Bookmark and Share

Utah Travel Headlines

Thursday, January 20, 2011

Utah Considers Closing 5 State Parks To Ease Budget Deficit

In this tough economy, Utah has fared better than many states and is poised to recover faster than many of our neighbors. We consistently rank as one of the best-managed states in the US in terms of economic policies. Part of that comes from carefully balancing budgets with actual revenue.

Some Utah state parks do not generate enough revenue to support their operation, and so there is debate right now over whether we should continue to subsidize them from general revenues. An analysis committee has recommended that the legislature pass a resolution closing 5 state parks that are not self-sustaining.

There is considerable debate over that recommendation and legislators will weigh public opinion as they decide if that proposal should be advanced. People who have strong feelings should express them to state legislators.

The Salt Lake Tribune has this article about the proposal. Below are excerpts.

“We’re crying,” said Valerie Newland, a seasonal worker at Green River State Park’s golf course, which joined Blanding’s Edge of the Cedars, Vernal’s Utah Field House Museum, Fillmore’s Territorial Statehouse and Cedar City’s Frontier Homestead on a legislative audit’s list of money-losing facilities that should be closed. “There are 850 people in this town, and the course provides a few nice little jobs. For six or eight families, this is going to wipe us out. We rely on this.”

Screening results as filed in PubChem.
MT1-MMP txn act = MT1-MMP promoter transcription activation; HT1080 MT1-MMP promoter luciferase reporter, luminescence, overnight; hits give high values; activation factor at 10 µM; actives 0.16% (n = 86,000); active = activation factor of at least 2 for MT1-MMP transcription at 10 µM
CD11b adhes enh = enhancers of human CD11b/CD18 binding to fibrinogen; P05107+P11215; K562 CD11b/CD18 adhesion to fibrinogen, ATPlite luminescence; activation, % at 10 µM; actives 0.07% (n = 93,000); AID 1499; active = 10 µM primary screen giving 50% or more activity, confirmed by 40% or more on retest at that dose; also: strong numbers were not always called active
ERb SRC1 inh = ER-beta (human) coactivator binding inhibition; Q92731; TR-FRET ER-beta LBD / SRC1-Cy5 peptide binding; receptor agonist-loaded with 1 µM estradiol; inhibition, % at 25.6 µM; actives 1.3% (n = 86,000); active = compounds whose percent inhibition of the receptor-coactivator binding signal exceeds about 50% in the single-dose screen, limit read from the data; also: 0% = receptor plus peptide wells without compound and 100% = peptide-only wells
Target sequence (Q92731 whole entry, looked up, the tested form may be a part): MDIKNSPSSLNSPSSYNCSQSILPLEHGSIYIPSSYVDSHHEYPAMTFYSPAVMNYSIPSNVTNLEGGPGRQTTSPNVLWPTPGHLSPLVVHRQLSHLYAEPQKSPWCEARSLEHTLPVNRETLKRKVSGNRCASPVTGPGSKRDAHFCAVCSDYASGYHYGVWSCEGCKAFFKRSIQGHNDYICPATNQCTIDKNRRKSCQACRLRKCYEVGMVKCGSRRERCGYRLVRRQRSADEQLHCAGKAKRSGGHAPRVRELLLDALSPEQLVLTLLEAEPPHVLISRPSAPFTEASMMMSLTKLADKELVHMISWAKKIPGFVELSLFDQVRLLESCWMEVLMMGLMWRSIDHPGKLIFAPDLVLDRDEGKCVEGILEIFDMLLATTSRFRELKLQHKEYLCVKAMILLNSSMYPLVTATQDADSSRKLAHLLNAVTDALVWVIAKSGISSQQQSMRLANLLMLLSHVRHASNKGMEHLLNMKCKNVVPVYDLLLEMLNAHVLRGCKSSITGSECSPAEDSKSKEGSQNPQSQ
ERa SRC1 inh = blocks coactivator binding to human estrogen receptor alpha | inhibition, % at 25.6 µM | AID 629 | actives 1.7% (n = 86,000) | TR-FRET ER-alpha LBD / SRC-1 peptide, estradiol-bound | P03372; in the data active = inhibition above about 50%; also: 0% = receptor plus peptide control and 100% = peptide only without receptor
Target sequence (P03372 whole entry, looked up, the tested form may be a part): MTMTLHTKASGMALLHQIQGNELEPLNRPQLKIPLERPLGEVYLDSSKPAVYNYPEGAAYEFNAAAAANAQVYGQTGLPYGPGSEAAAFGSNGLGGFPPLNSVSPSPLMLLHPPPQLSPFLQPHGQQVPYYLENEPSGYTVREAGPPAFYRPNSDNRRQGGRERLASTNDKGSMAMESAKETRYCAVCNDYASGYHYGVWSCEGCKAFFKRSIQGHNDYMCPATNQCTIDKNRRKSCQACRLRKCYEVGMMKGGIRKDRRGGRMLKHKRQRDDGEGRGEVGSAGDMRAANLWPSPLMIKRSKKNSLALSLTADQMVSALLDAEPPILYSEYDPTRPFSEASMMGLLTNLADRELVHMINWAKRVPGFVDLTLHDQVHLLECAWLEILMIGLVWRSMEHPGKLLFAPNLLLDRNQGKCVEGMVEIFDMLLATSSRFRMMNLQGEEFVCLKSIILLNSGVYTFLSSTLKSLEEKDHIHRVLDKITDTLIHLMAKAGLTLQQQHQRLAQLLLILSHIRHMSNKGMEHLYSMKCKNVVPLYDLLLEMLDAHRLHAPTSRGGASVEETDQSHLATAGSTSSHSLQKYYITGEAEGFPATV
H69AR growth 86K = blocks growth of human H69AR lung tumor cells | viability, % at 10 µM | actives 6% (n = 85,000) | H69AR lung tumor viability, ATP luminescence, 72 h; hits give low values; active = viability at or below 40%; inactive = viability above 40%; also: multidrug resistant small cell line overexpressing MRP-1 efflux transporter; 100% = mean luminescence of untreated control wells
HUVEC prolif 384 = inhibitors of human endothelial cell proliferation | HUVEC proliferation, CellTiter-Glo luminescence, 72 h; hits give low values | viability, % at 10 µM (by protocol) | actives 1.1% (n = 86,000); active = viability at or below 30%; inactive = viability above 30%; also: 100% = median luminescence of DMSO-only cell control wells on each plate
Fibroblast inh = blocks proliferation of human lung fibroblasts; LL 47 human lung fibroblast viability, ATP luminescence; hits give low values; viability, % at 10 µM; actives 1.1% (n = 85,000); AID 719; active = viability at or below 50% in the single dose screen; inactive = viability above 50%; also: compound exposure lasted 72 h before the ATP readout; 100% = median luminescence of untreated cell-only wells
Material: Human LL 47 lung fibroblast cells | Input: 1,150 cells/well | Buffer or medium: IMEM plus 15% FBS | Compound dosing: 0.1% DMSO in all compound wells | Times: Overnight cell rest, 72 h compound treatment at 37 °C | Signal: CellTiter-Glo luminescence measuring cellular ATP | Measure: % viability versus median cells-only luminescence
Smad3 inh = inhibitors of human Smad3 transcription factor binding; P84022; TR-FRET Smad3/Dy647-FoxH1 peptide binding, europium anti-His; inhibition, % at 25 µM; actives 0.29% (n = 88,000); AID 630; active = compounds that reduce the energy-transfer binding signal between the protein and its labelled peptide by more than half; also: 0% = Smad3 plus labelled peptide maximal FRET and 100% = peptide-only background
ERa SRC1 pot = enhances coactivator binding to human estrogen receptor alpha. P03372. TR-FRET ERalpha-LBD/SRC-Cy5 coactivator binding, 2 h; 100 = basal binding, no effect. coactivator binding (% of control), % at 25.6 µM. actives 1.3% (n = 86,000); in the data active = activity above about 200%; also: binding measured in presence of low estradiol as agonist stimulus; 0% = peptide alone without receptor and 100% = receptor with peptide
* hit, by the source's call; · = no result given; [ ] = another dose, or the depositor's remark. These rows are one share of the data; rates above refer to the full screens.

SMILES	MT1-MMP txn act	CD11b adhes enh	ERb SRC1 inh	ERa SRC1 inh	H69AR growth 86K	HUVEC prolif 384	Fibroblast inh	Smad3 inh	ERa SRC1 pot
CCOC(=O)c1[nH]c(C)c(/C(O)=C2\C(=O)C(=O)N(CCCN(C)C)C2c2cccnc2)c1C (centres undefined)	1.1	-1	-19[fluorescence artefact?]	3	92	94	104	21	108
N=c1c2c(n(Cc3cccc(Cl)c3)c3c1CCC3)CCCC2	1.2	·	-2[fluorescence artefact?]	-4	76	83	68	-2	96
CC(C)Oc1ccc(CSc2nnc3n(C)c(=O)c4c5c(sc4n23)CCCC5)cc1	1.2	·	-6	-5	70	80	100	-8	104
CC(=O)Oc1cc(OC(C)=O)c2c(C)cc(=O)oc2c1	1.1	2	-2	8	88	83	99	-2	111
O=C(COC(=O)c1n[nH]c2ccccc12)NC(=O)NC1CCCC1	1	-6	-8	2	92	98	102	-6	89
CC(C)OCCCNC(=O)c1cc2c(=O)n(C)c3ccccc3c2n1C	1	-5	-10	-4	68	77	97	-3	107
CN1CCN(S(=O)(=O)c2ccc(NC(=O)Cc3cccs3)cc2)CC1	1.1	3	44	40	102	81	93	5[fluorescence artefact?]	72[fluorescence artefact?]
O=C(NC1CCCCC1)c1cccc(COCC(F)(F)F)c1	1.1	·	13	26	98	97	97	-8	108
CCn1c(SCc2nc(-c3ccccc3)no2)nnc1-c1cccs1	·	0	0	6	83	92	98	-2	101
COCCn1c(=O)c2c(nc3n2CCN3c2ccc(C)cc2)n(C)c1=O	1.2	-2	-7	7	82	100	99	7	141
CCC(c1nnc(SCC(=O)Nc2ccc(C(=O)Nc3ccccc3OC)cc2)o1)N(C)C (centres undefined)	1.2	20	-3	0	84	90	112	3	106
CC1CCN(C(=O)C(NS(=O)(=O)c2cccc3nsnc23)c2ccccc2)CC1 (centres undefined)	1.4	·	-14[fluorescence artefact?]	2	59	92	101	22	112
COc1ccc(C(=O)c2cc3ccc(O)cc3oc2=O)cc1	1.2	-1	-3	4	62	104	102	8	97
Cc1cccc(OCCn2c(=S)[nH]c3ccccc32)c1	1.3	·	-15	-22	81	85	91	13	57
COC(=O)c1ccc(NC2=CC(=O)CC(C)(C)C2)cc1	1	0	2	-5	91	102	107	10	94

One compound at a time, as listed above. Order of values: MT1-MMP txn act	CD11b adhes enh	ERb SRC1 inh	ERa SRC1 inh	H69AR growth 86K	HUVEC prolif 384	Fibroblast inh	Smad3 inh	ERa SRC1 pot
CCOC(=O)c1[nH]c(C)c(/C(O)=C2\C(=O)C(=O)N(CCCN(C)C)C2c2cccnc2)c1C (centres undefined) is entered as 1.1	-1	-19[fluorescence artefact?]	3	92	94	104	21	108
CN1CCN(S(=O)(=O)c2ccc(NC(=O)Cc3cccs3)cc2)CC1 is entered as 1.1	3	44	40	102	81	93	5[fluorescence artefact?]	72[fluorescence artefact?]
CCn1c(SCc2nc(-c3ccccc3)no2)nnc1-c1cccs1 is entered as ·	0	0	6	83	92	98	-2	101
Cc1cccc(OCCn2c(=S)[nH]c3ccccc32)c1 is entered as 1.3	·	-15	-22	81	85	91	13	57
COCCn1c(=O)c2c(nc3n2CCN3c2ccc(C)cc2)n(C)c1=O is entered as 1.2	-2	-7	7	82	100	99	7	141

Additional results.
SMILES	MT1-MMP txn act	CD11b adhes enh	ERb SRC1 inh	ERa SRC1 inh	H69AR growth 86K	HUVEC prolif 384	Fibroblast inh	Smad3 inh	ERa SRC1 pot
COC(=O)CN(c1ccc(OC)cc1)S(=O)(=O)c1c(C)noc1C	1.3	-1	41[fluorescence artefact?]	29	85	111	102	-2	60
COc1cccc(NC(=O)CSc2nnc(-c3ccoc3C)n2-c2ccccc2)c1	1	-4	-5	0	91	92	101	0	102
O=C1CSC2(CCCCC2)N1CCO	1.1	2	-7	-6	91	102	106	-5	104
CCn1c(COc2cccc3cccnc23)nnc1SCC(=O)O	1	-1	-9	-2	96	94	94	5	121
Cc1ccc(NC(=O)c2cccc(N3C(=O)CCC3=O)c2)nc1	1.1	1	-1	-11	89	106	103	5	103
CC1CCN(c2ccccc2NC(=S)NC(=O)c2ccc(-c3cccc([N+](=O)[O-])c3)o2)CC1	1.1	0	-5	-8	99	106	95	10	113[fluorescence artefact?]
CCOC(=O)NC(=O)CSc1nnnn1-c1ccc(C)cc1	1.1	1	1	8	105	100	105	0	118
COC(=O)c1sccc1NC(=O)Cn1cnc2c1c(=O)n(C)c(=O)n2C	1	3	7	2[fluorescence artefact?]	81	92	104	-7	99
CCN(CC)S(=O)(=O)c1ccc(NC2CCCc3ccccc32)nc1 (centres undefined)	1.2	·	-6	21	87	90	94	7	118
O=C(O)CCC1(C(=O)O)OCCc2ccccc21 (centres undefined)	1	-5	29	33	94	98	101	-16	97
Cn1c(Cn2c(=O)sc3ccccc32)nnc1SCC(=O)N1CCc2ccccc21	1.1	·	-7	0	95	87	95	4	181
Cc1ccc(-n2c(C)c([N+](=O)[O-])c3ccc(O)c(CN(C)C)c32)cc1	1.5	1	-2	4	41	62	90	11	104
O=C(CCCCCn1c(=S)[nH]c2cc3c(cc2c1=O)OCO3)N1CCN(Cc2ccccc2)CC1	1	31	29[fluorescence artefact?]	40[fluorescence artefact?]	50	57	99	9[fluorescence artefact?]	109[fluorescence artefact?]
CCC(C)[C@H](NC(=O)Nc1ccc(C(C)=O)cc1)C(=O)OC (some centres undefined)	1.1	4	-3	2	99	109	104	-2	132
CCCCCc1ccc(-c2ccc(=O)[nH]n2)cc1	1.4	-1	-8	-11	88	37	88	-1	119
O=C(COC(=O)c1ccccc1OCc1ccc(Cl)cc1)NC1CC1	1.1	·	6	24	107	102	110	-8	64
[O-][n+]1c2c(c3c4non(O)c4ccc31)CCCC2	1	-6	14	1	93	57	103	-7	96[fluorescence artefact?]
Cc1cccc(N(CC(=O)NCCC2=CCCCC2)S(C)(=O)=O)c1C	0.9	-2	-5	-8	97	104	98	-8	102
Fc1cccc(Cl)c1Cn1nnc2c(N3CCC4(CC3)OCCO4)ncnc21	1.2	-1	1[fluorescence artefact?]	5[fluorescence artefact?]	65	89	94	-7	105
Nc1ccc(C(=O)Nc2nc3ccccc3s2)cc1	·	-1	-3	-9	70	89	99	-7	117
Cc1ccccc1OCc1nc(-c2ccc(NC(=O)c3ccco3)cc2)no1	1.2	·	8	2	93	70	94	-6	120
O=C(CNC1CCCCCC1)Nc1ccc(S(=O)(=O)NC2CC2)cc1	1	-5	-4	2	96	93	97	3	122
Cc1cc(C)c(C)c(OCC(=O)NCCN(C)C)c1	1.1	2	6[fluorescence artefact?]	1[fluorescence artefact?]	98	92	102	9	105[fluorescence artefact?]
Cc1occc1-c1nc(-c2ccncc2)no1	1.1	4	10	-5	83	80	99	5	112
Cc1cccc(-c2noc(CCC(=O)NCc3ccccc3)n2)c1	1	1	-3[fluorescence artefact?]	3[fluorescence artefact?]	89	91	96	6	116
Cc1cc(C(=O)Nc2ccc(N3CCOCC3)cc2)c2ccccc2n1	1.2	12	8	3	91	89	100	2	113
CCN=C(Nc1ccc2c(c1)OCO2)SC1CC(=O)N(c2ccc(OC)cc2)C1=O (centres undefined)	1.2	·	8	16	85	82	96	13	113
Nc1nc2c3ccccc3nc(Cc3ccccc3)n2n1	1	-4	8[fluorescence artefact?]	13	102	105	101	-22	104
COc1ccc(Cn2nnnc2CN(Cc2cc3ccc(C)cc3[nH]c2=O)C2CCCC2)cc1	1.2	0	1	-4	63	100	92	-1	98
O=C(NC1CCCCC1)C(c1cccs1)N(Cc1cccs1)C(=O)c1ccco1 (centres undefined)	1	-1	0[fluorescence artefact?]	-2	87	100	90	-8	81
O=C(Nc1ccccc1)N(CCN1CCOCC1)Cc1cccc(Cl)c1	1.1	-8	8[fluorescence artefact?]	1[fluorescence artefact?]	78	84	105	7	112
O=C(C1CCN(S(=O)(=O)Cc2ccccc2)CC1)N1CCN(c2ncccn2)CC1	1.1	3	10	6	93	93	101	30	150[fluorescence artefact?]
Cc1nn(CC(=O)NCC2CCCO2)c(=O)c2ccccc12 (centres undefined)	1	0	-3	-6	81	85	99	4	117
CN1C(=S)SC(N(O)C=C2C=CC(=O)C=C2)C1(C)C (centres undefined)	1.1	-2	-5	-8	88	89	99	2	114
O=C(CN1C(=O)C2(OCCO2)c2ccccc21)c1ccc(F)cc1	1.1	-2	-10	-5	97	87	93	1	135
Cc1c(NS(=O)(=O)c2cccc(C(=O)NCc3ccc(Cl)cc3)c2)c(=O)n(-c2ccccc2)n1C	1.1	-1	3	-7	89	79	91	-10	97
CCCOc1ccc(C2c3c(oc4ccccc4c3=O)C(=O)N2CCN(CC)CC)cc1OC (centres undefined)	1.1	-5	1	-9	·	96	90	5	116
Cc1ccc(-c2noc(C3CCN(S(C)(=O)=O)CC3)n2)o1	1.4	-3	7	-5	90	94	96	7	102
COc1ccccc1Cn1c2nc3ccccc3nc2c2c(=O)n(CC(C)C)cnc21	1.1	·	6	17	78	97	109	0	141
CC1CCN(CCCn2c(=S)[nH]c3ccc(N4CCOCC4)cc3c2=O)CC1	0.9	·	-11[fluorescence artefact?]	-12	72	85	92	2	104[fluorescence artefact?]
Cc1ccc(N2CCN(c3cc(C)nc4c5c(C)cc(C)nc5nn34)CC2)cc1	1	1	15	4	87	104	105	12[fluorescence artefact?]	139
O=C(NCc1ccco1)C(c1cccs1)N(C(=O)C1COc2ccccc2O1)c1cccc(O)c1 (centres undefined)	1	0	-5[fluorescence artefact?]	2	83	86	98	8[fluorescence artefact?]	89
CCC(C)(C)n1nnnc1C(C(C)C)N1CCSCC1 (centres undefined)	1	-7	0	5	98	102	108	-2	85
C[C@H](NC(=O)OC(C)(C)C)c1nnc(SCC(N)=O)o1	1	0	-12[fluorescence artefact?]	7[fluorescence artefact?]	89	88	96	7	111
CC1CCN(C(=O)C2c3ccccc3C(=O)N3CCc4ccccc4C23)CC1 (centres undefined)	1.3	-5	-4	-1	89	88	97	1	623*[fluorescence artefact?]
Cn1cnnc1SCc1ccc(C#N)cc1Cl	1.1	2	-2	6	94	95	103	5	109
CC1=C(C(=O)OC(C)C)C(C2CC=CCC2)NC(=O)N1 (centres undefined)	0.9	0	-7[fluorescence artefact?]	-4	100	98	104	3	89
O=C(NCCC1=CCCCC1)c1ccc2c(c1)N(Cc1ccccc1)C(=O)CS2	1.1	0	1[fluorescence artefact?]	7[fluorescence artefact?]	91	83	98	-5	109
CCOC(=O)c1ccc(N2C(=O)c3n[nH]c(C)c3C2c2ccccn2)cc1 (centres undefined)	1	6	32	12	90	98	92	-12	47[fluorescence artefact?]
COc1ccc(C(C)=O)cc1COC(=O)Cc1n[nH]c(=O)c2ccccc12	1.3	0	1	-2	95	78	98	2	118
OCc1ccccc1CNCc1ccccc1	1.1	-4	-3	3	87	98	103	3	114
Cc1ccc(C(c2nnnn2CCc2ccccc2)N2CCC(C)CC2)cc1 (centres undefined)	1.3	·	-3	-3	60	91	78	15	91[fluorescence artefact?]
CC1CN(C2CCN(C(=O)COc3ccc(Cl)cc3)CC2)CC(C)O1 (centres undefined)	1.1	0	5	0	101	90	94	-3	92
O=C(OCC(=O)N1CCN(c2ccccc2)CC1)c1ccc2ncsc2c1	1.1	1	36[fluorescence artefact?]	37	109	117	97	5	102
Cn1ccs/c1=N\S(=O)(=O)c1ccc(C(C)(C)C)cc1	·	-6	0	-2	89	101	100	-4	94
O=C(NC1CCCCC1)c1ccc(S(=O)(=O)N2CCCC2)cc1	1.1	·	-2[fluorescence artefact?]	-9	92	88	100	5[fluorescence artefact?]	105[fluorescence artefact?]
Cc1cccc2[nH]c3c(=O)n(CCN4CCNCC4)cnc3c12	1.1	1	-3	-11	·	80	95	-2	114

On Utah’s Capitol Hill on Wednesday, the Legislative Fiscal Analysts Office suggested that lawmakers adopt the audit recommendations for$3 million in savings.

Green River Councilman Keith Brady said that though the golf course is important to residents and tourism, the city can’t afford to operate the course on its own.

Four parks on the chopping block are museums, which seldom make money and almost always need government help.

Charlie DeLorme, director of economic development and visitor services in San Juan County, called closing Edge of the Cedars “absolutely ludicrous.”

He argues that the museum is the largest federal repository of Ancestral Puebloan artifacts in the Four Corners region and may become even bigger after the fallout after the raids of private citizens holding artifacts in the area in 2009. He points out that federal funds help pay for some of the operations.

Nikki Farmer, director of Uintah County Travel and Tourism, said Utah Field House Museum and the nearby Dinosaur National Monument quarry — scheduled to reopen later this year — are among the main reasons people visit Vernal.


Post a Comment

<< Home

Back to top Print this page E-mail this page